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CES 2019: Suometry OmniPolar Camera: 3D 360 camera with in-camera stitching and depth mapping (with sample video)

Suometry Omnipolar sample video

Suometry OmniPolar Camera is a new 3D 360 camera with an innovative configuration of 3 hemispherical lenses, and features in-camera stitching and realtime depth mapping capability.  Here are details and a sample video.

Suometry Omnipolar 3D 360 camera
Suometry Omnipolar 3D 360 camera

Here’s a product video:

Suometry claims that with the unique configuration of the OmniPolar, their camera is capable of realtime in-camera stitching  as well as realtime depth mapping capability.   “This configuration of cameras reduces the non-deterministic three-dimensional stitching problem of 3D 360° video, to a two-dimensional geometrical problem.”  I’m not a computer engineer but my layman’s translation is that they’re saying a more common 6-lens radial arrangement such as with the Insta360 Pro 2 can be stitched in many possible ways, which makes it harder to stitch.   (Indeed, stitching 3D 360 is computationally intensive.)  On the other hand, with their 3-lens configuration, stitching is a matter of de-fishing the videos, which is much simpler, more straightforward and mechanical process, and that a single stitching template works in all situations.

The product video shows what appears to be a demo of their realtime depth mapping.  However, the video shows the subject above the lenses, where the lenses have maximum stereo information.  It will be interesting to see how well their depth mapping works if the subject is along the periphery of the lenses, which is where the subjects would usually be, if the camera were used as a 360 camera facing up.   I’m also curious if the stereo effect is lost if the subject is directly in front of one camera (farthest from the other 2 cameras).

Here is a sample video in 4K 3D:

The video is available for download hereThe raw video is available here.

I think the OmniPolar is an interesting camera, but ultimately, it provides only a hemispherical view.  Although it is marketed as a 360 camera, it is more similar to VR180, which can also be stitched/de-fished quickly (for example, Lenovo Mirage doesn’t require stitching).  The question is therefore whether OmniPolar’s 3-lens configuration has any practical advantage over a standard side-by-side 2-lens VR180 configuration.  I am supposing it makes the video more usable as a 360 camera (pointed up or down), or perhaps the 3rd lens makes depth mapping more accurate.  I’m also wondering what if they added one more camera to form a tetrahedron?  Would it become a fully spherical 3D 360 camera?   I might drop by their booth at CES 2019.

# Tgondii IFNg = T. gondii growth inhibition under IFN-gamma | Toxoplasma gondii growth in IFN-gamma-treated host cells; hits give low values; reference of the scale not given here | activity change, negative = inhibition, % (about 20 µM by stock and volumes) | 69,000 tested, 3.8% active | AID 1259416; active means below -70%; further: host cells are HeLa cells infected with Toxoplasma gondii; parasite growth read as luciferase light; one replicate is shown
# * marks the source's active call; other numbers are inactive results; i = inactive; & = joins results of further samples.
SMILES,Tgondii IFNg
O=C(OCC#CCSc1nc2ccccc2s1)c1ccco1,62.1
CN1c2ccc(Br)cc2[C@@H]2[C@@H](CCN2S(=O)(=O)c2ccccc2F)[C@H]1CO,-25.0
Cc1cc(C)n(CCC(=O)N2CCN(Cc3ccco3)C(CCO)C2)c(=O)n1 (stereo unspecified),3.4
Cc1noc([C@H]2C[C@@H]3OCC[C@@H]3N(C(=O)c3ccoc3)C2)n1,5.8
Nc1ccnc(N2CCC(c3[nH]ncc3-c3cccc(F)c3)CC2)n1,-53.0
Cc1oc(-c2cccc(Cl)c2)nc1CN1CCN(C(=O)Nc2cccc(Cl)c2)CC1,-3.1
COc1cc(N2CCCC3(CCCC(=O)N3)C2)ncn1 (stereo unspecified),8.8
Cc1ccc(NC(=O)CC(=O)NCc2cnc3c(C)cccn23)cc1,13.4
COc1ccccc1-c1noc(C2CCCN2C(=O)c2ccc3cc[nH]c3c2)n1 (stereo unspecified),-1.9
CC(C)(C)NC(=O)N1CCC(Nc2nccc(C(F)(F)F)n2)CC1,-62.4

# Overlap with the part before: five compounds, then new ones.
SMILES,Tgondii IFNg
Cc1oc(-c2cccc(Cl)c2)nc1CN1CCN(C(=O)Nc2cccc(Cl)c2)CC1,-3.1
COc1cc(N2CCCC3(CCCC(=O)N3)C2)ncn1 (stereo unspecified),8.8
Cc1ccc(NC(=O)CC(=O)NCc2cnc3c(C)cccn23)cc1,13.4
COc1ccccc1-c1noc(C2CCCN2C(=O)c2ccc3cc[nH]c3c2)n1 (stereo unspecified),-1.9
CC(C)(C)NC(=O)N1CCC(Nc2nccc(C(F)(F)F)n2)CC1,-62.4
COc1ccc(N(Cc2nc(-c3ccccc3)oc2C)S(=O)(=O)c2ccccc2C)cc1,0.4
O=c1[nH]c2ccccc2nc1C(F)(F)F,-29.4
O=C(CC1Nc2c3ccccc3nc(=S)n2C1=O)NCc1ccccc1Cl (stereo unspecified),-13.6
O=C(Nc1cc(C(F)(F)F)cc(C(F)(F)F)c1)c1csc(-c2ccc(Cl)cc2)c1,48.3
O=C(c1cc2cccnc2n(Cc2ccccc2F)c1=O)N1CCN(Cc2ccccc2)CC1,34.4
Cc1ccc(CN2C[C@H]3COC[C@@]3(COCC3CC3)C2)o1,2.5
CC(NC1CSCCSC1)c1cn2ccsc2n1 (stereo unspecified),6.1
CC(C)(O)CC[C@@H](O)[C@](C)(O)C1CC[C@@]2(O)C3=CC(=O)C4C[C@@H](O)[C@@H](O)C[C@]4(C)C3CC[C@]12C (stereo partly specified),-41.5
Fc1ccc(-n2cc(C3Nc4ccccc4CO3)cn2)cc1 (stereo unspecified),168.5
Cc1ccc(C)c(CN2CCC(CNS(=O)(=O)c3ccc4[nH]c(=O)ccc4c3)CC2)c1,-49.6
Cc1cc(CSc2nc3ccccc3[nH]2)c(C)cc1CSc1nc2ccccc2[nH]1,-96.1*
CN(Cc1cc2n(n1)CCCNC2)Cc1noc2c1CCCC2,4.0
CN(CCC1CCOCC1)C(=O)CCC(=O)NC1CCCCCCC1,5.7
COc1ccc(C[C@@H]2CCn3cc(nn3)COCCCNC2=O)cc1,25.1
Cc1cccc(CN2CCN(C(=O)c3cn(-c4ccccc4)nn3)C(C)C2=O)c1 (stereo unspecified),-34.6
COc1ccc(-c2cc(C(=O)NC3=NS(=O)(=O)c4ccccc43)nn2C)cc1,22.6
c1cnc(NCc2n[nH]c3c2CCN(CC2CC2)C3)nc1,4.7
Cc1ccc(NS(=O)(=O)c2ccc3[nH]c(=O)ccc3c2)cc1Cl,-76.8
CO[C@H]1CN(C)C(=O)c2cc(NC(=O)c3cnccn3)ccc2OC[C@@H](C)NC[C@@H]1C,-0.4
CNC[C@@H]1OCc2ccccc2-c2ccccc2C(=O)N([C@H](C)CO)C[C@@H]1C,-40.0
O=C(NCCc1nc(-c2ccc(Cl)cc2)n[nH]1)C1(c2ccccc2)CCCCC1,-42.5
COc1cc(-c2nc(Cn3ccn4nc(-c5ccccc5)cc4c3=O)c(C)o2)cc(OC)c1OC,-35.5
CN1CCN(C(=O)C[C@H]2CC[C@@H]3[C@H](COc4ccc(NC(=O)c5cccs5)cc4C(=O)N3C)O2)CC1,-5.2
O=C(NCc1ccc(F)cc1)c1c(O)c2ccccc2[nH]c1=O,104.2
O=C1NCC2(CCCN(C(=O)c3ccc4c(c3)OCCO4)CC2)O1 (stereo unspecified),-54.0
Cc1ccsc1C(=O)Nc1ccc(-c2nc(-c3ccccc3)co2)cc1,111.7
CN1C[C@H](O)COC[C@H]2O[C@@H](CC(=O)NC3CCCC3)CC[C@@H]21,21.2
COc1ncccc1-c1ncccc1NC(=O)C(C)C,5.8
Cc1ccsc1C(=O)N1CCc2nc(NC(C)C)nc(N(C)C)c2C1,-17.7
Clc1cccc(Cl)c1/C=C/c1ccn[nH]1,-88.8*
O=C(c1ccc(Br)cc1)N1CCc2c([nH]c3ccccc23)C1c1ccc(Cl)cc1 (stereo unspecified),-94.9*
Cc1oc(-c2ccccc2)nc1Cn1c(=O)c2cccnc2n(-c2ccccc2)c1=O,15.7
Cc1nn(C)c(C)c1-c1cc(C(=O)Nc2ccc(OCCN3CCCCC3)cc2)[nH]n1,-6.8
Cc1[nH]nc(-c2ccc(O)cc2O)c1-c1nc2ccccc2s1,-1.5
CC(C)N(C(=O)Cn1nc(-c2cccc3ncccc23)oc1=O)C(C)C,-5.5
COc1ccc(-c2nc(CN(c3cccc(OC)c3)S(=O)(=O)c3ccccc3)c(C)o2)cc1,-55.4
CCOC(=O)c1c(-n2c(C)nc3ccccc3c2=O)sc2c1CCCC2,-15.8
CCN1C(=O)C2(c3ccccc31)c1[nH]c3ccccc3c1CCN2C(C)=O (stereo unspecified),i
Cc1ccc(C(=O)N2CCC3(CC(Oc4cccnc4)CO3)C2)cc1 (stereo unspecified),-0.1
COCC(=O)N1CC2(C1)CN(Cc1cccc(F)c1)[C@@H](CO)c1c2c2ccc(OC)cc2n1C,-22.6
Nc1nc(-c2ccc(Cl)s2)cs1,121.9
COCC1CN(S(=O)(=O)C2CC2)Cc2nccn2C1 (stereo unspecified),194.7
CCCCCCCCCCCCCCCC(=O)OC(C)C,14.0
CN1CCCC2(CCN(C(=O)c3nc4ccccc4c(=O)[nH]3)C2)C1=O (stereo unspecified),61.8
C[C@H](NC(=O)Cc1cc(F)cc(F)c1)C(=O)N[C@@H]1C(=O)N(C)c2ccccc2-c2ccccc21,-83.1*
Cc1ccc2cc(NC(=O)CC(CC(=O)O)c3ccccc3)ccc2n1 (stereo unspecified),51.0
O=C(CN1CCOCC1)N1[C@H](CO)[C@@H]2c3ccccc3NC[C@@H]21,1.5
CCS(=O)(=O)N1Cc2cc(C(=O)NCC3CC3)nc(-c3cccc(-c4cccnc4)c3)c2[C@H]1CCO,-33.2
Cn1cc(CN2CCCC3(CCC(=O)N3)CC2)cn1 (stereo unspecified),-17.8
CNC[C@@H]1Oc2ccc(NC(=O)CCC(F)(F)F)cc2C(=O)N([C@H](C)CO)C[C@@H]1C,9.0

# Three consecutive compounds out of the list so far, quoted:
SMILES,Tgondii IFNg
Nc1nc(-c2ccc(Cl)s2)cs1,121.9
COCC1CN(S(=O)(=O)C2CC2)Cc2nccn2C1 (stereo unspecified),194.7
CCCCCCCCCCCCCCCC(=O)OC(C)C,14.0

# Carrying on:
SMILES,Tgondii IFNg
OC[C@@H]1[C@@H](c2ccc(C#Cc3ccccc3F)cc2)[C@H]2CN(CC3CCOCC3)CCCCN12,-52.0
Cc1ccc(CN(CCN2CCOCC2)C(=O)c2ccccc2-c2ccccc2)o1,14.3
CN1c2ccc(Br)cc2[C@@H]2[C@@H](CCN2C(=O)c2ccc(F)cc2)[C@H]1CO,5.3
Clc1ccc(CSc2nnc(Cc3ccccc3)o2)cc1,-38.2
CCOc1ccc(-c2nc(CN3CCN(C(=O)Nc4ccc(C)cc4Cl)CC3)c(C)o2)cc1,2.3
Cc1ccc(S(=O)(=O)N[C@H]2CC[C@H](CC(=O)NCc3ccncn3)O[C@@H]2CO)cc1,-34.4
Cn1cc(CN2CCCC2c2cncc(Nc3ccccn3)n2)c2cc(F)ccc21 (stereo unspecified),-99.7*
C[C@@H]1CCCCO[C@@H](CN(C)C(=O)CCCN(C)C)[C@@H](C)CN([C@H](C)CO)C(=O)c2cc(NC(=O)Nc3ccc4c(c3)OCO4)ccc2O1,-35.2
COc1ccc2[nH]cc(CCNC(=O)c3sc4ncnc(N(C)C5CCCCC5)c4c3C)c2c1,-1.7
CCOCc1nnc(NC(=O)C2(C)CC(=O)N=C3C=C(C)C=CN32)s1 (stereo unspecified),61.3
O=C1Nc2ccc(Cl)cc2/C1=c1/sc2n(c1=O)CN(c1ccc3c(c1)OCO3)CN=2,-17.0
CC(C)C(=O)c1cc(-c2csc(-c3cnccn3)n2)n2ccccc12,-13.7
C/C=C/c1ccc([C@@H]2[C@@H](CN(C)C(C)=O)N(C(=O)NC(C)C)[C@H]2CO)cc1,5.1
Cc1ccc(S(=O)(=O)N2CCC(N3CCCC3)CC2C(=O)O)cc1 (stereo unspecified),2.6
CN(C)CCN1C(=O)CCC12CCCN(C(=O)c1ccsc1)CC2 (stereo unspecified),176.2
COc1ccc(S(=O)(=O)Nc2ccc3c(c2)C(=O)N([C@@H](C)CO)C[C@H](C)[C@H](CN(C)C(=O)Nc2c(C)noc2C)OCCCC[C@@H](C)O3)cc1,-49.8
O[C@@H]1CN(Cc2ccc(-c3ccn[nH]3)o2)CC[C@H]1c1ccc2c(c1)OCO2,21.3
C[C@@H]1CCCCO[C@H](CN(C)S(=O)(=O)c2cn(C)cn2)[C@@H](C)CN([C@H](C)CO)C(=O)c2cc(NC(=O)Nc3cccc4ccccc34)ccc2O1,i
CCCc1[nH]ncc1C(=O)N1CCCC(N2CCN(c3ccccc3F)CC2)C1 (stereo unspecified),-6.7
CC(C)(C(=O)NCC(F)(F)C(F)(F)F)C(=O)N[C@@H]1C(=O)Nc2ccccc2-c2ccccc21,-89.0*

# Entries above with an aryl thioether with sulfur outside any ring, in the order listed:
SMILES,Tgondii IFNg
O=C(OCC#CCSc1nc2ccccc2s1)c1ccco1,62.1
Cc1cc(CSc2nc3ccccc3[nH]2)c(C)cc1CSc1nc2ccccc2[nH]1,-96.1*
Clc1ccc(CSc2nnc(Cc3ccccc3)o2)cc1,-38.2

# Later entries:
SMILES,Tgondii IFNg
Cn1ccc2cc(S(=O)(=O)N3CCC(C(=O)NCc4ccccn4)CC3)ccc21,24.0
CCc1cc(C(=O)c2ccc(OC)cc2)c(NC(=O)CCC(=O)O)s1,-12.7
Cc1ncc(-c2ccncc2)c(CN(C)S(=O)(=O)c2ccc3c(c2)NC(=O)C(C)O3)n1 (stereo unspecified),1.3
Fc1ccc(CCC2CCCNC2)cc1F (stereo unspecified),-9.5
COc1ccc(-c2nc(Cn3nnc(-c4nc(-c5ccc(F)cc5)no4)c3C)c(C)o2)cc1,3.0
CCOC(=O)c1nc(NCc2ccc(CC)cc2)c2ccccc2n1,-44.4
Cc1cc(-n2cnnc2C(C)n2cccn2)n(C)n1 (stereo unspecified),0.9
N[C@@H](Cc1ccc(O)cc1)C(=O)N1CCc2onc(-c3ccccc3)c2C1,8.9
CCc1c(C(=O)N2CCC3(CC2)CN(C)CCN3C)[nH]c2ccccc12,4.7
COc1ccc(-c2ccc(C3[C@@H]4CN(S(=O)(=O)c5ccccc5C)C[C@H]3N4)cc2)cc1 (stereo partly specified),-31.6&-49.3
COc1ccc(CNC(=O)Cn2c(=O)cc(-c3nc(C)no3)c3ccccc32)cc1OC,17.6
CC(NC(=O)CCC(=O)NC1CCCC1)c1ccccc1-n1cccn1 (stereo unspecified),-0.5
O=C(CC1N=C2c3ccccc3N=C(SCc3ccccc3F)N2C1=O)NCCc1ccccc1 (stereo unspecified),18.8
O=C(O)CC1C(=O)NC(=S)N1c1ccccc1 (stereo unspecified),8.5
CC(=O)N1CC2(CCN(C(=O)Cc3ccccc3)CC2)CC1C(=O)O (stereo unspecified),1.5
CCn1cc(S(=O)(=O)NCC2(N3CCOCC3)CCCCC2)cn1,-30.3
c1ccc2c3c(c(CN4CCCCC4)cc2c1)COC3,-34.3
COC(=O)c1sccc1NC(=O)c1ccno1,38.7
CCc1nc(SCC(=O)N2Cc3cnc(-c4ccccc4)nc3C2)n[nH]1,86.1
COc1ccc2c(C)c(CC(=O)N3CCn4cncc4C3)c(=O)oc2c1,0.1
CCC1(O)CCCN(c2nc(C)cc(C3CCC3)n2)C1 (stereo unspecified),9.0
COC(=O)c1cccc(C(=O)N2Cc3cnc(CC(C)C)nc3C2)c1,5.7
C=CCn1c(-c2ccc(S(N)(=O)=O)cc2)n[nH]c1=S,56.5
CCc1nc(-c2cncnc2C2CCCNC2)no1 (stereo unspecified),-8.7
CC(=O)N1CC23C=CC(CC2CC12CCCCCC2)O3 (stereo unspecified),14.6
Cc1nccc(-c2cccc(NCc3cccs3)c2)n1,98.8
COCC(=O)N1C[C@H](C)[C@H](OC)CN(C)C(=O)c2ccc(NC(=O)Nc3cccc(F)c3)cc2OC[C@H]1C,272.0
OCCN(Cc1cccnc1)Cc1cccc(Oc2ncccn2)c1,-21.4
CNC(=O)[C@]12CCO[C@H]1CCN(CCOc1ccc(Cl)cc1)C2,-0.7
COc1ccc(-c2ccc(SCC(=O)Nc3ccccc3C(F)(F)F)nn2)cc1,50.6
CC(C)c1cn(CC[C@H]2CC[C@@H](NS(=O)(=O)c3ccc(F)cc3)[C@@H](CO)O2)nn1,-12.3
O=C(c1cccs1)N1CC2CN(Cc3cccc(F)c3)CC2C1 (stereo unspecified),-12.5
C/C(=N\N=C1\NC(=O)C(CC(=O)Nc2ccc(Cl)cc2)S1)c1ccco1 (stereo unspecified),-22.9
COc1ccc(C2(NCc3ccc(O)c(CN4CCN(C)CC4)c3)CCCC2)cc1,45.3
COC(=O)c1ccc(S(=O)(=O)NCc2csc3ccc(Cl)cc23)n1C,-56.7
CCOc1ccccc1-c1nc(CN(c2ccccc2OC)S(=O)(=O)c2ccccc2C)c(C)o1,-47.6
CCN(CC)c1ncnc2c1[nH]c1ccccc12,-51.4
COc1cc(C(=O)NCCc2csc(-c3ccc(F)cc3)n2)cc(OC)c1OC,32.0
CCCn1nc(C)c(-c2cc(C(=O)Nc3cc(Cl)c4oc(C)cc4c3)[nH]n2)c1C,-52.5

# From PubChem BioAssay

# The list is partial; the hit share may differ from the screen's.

What do YOU think of the OmniPolar? Let me know in the comments!  For more information, here is their official website.  If you want to know more about VR180, please join the VR180 group on Facebook.  And if you’d like to get email updates of 360 camera news, reviews, and tutorials, you can subscribe for free here.

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Mic Ty

2 Comments

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  • Is it just me or the sample clip provided for download has the left-right eye images swapped compared to YouTube video.

    Beside of that pretty intriguing approach. They would still need 6 lenses to have full 360 view but with some custom video format they could even have a valid 3D effect in the nadir/zenit.

  • This is very interesting but I cannot watch it on my Gear VR. I have tried with Oculus Gallery, Samsung VR, none of the worked. I tried all the different configurations: 360 3D TB, 360 3D SBS, it didn’t work. Very disappointing.